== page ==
“It’s good to be on the road this week. Our students aren’t back yet and they have been terrific in supporting the team. Being away will give us the chance to have clear thoughts and focus on the task at hand.”
The good news is that Skidmore is just four points out of fifth place in the conference. With no need to panic, it’s time to put things together in the second half.
Mule Train Rolling On
At 6-5-0 overall and 2-2-0 since the break, Colby has not yet found the consistency it’s looking for to make a push in the conference. However, holding a 5-2-0 record in the conference has the Mules in their accustomed position near the top, as they get healthy and ready to make a run against some of the league’s best in January.
In one of the more interesting statistical stories so far this season, Colby has had three players surpass the 100-point mark for their careers this season with Arthur Fritch (100) joining teammates Josh Reber (118) and TJ Kelley (106) in reaching the century milestone.
Add in the recently graduated Greg Osborne who achieved the feat last season and Colby has produced four 100-point scorers in two seasons where only 16 have achieved that lofty goal in the school’s illustrious hockey history.
There’s no doubt the big four — including senior Joe Rothwell (74 career points) — are needed to have Colby make a run and having a healthy Arthur Fritch is already paying dividends since the start of the New Year.
“Arthur has been sidelined with some nagging injuries so far this season,” noted coach Tortorella. “We have tried to make things less demanding on him and put him in some situations that make it easier for him to contribute.”
Apparently it has worked as the big defenseman had just one goal and one assist to show on the score sheet in the first seven games but has exploded for three goals, six assists and nine points in his last four games to get back into the mix offensively for Colby.
“Arthur’s biggest strength can also be his biggest weakness,” said Tortorella. “He has a huge shot that sometimes he gets too picky with location on. We just want him to let it go on net and let good things happen around the goal.
“TJ Kelley has a mindset that every time he touches the puck and shoots he thinks it’s going in – we’re trying to get Arthur there with his confidence in just letting it go — so far the second half looks better being somewhat healthy and having some success offensively.”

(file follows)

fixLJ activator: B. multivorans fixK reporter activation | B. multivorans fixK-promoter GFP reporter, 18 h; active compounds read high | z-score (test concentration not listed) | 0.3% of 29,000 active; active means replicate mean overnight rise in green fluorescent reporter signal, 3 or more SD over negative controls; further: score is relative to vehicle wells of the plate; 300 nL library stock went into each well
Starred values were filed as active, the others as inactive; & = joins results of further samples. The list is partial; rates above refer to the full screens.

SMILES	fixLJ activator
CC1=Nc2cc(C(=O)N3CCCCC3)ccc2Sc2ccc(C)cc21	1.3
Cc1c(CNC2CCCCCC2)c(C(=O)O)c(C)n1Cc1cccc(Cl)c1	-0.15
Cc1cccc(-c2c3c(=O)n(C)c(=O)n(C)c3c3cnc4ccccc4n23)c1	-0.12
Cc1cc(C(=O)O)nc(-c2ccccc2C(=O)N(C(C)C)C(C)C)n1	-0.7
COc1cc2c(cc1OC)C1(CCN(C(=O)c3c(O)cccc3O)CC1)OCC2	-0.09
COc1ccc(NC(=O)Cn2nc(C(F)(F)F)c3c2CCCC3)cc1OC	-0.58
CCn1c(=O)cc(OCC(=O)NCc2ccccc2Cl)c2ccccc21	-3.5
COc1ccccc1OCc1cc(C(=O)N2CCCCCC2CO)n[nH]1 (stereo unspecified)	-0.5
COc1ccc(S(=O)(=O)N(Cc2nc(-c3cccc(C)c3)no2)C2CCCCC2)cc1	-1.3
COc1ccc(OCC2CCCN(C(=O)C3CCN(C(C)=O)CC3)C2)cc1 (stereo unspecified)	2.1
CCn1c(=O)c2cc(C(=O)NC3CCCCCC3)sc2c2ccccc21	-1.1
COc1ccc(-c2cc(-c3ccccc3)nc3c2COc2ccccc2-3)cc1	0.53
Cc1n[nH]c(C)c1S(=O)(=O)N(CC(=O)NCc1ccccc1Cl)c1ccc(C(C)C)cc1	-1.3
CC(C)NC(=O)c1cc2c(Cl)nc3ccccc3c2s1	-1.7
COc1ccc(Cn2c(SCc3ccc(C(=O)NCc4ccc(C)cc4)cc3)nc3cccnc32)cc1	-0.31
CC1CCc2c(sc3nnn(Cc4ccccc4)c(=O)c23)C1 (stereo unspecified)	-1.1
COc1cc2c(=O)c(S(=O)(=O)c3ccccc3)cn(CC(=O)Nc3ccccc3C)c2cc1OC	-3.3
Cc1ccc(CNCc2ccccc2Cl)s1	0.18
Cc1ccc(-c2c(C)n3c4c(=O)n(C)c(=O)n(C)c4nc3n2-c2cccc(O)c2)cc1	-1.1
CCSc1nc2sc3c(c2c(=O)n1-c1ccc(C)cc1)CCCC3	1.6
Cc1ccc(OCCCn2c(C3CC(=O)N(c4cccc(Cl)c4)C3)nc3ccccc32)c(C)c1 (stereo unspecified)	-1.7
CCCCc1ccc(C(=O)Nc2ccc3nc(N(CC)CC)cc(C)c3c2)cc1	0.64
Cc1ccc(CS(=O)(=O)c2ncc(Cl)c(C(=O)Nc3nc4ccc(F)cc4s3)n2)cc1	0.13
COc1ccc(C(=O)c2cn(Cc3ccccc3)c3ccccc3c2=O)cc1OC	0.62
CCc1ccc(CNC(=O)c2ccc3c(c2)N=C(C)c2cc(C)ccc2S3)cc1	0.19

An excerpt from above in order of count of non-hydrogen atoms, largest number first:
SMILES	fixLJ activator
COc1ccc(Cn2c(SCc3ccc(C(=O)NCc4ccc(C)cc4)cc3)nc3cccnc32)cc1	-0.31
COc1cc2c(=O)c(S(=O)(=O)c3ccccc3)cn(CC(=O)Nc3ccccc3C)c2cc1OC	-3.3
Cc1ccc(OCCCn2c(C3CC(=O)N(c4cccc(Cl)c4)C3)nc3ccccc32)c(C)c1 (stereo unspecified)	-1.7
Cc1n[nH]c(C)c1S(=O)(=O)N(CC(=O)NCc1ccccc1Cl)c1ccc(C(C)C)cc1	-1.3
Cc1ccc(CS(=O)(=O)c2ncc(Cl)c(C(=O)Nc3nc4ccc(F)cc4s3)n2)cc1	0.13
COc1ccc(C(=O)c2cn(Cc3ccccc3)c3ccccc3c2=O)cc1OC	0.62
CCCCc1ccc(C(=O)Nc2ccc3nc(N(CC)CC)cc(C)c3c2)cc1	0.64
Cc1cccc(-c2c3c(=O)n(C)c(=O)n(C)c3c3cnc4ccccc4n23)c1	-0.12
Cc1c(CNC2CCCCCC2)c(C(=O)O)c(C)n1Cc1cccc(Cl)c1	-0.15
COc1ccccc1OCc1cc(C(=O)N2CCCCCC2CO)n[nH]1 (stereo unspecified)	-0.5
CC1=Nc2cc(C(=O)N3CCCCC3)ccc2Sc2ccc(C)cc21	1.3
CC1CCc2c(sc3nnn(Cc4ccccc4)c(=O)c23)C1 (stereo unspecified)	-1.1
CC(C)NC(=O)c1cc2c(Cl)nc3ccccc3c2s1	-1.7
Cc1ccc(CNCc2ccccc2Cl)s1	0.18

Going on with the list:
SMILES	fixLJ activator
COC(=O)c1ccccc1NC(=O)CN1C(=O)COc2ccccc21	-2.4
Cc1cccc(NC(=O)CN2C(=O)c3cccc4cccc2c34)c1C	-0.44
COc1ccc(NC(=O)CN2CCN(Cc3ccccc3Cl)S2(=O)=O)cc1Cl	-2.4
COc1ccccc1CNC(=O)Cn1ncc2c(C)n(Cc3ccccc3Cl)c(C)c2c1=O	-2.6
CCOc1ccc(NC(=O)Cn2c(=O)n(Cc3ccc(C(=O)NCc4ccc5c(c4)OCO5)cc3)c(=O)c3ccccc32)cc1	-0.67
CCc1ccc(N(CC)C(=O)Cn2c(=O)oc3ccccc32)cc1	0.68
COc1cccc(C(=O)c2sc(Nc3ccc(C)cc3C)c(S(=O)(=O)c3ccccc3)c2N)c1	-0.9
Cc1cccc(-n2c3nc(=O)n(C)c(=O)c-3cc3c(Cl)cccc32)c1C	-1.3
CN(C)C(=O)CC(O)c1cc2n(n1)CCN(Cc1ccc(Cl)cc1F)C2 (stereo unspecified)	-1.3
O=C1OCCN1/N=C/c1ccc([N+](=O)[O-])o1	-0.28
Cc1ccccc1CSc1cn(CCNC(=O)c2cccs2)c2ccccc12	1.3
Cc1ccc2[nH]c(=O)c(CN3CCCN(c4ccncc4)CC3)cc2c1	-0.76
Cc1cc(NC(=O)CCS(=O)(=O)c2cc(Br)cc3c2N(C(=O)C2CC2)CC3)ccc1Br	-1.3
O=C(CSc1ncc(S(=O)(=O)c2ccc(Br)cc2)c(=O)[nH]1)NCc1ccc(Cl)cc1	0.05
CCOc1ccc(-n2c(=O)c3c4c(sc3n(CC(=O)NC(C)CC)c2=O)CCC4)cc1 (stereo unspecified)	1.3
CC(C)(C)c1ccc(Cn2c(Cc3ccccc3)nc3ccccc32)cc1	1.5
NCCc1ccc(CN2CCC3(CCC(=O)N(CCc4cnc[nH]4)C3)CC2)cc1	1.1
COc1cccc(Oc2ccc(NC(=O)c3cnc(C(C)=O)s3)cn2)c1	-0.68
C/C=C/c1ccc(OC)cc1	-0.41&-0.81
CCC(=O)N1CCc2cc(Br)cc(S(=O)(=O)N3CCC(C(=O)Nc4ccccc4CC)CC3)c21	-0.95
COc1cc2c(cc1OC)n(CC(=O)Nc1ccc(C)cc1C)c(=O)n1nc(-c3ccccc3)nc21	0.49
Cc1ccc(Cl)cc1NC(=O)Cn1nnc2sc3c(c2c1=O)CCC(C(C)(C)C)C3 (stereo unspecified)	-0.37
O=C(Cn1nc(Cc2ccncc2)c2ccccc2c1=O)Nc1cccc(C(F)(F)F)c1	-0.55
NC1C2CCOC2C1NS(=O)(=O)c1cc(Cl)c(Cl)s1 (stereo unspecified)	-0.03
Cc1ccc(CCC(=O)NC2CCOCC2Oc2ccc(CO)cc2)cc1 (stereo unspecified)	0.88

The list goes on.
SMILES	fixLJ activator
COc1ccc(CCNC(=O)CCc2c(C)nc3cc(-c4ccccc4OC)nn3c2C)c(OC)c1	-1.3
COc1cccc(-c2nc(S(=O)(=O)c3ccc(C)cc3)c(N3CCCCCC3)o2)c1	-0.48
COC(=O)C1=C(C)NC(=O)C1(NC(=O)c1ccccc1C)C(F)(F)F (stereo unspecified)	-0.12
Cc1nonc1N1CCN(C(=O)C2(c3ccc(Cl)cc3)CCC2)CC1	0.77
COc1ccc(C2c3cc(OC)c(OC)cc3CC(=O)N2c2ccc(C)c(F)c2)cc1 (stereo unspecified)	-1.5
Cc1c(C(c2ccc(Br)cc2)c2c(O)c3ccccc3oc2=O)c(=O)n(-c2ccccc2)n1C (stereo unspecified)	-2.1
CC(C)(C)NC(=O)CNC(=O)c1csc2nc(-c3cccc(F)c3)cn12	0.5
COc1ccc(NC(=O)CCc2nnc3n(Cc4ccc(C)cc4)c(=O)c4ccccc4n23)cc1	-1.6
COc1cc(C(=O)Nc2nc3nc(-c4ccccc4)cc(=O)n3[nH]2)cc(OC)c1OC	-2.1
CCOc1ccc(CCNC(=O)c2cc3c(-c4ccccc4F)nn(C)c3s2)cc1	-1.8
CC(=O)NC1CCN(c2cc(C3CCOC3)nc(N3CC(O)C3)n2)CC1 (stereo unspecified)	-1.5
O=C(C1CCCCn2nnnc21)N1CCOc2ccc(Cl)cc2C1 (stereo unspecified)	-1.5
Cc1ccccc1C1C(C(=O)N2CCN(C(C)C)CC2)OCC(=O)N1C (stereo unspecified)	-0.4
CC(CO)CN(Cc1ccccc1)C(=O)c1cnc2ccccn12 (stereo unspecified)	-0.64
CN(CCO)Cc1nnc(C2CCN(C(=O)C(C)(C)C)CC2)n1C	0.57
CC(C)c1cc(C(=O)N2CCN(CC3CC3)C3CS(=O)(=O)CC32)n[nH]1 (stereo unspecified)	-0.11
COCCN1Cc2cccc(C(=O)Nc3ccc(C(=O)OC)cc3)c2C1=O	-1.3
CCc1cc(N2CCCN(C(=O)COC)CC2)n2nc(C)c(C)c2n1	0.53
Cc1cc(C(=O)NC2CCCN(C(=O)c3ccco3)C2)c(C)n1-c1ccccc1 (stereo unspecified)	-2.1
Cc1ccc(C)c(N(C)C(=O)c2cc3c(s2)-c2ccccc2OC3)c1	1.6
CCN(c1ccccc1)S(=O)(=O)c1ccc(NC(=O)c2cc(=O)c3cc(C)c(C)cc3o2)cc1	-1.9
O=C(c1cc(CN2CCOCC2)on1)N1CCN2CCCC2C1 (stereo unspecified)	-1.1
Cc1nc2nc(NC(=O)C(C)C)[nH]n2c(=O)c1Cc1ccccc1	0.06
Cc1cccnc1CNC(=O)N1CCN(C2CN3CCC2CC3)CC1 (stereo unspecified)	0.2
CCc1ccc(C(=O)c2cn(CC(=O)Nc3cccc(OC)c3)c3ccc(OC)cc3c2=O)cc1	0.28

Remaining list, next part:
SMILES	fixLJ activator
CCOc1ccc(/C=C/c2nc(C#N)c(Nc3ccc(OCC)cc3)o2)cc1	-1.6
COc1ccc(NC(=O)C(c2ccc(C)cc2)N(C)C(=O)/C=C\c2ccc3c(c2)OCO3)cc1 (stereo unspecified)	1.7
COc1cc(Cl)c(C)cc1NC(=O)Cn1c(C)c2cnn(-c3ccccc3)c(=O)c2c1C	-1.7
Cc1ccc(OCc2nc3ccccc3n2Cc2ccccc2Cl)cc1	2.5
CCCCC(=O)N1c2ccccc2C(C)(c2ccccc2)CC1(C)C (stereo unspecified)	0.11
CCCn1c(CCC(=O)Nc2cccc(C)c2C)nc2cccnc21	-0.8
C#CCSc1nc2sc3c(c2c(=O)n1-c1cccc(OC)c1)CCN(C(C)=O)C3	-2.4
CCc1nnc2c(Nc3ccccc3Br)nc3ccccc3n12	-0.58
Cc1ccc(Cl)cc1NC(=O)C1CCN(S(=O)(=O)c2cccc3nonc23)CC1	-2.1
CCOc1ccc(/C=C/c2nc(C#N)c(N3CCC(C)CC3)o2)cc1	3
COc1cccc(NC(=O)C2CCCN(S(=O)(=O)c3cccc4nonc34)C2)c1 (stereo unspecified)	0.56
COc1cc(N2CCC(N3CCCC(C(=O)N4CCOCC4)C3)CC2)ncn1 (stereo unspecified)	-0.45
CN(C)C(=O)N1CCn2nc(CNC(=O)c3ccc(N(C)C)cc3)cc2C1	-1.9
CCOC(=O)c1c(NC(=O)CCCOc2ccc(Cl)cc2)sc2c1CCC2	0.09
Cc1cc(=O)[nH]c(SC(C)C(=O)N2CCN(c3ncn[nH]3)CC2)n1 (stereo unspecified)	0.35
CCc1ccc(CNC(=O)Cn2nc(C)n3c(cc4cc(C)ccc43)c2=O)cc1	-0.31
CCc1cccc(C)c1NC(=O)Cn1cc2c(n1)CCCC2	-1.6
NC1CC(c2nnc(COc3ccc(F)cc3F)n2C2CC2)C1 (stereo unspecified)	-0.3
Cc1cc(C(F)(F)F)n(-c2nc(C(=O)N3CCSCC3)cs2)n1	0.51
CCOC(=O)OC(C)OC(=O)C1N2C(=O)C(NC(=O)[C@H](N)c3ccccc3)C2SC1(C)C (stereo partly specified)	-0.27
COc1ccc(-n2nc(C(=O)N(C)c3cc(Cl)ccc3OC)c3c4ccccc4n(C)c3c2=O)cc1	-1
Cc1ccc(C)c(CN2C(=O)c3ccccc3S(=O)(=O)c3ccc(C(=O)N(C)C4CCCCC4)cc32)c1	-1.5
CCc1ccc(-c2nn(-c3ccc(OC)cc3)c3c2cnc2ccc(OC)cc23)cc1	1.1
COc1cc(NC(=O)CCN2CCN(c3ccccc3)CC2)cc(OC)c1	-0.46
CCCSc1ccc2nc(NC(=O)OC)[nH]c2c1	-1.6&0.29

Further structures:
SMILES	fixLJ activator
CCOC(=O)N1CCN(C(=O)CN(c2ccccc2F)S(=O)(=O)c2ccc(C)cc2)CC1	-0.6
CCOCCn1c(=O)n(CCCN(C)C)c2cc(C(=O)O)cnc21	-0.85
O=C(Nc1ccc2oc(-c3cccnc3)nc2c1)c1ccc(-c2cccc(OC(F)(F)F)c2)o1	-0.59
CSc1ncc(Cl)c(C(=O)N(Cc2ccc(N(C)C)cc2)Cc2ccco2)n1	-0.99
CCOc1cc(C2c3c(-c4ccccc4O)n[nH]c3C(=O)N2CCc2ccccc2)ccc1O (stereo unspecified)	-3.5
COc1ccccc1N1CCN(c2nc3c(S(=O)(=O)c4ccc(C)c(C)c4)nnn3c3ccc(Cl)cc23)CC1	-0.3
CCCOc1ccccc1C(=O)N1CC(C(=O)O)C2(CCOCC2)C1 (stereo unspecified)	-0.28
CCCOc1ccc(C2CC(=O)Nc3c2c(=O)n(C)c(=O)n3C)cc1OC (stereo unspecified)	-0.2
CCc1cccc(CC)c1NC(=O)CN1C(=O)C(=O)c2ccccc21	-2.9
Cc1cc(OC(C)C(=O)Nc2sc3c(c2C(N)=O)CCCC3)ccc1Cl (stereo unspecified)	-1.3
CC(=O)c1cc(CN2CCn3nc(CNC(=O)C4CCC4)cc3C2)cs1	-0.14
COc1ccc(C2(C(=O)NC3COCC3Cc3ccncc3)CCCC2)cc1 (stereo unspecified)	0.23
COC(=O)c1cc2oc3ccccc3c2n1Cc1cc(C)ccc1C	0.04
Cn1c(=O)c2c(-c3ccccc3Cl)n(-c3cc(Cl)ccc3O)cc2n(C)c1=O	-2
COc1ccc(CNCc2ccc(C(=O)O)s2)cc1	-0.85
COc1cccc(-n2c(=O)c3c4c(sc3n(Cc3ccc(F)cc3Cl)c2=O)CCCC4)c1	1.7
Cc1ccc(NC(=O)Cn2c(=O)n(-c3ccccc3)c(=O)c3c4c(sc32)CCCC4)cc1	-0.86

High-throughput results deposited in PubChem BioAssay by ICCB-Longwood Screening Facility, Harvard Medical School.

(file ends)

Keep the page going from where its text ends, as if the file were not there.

Colby has gone through some changes this year but have come to rely on something old and something new to be successful this season. The old is a power play unit that has worked together for going on four years with the core group adding sophomore Michael Belliveau to the mix this season.
At 29%, the group is experienced and can change momentum in a game quickly with their ability to read the opposition’s style and defensive tactics.
“We call it R&R — repetition and recognition,” noted Tortorella. “The thing that is cool about these guys is the recognition of things on the ice at a very high speed. They have the ability to have different looks and adjust to what the defensive group is giving them real-time and creating different options out of puck movement among the five players. It’s really fun to watch and obviously very effective.”
The new component has been the addition of freshman goalie Cody McKinney who has stepped in to take the starting job and has won the confidence of his team and coach in the process.
Himself a former goaltender, Tortorella said “[t]he thing that impresses me about Cody is that he plays every game the same, He carries himself with a real sense of responsibility and purpose. I really like the way his game is developing and the maturity he displays. He has been aggressive, sometimes too aggressive but I would rather see that in a goaltender. Cody has kept us in games and really made the big save when we have needed it. The “when” save as I call it. The guys out front have confidence in his abilities back there and that allows us to play a high-level aggressive style with confidence.”
Colby travels this week to face Williams and Middlebury and coach Tortorella expects a couple of very hard fought battles.
“Williams always plays us very tough particularly at their place which is a credit to coach Kangas and his program: they just seem to have our number so we know we are going to be challenged on Friday and then have to come right back and face a strong Middlebury team on Saturday. We want to be playing our best hockey in February but will need to start that process now where the NESCAC vs. NESCAC games carry a premium on points and position in the standings.”
Everybody is looking to make things happen in January and it doesn’t really matter where you are in the standings today — it’s about where you can put yourself come February that is what these next six weeks are going to be all about.
Can you feel the excitement? Drop the puck!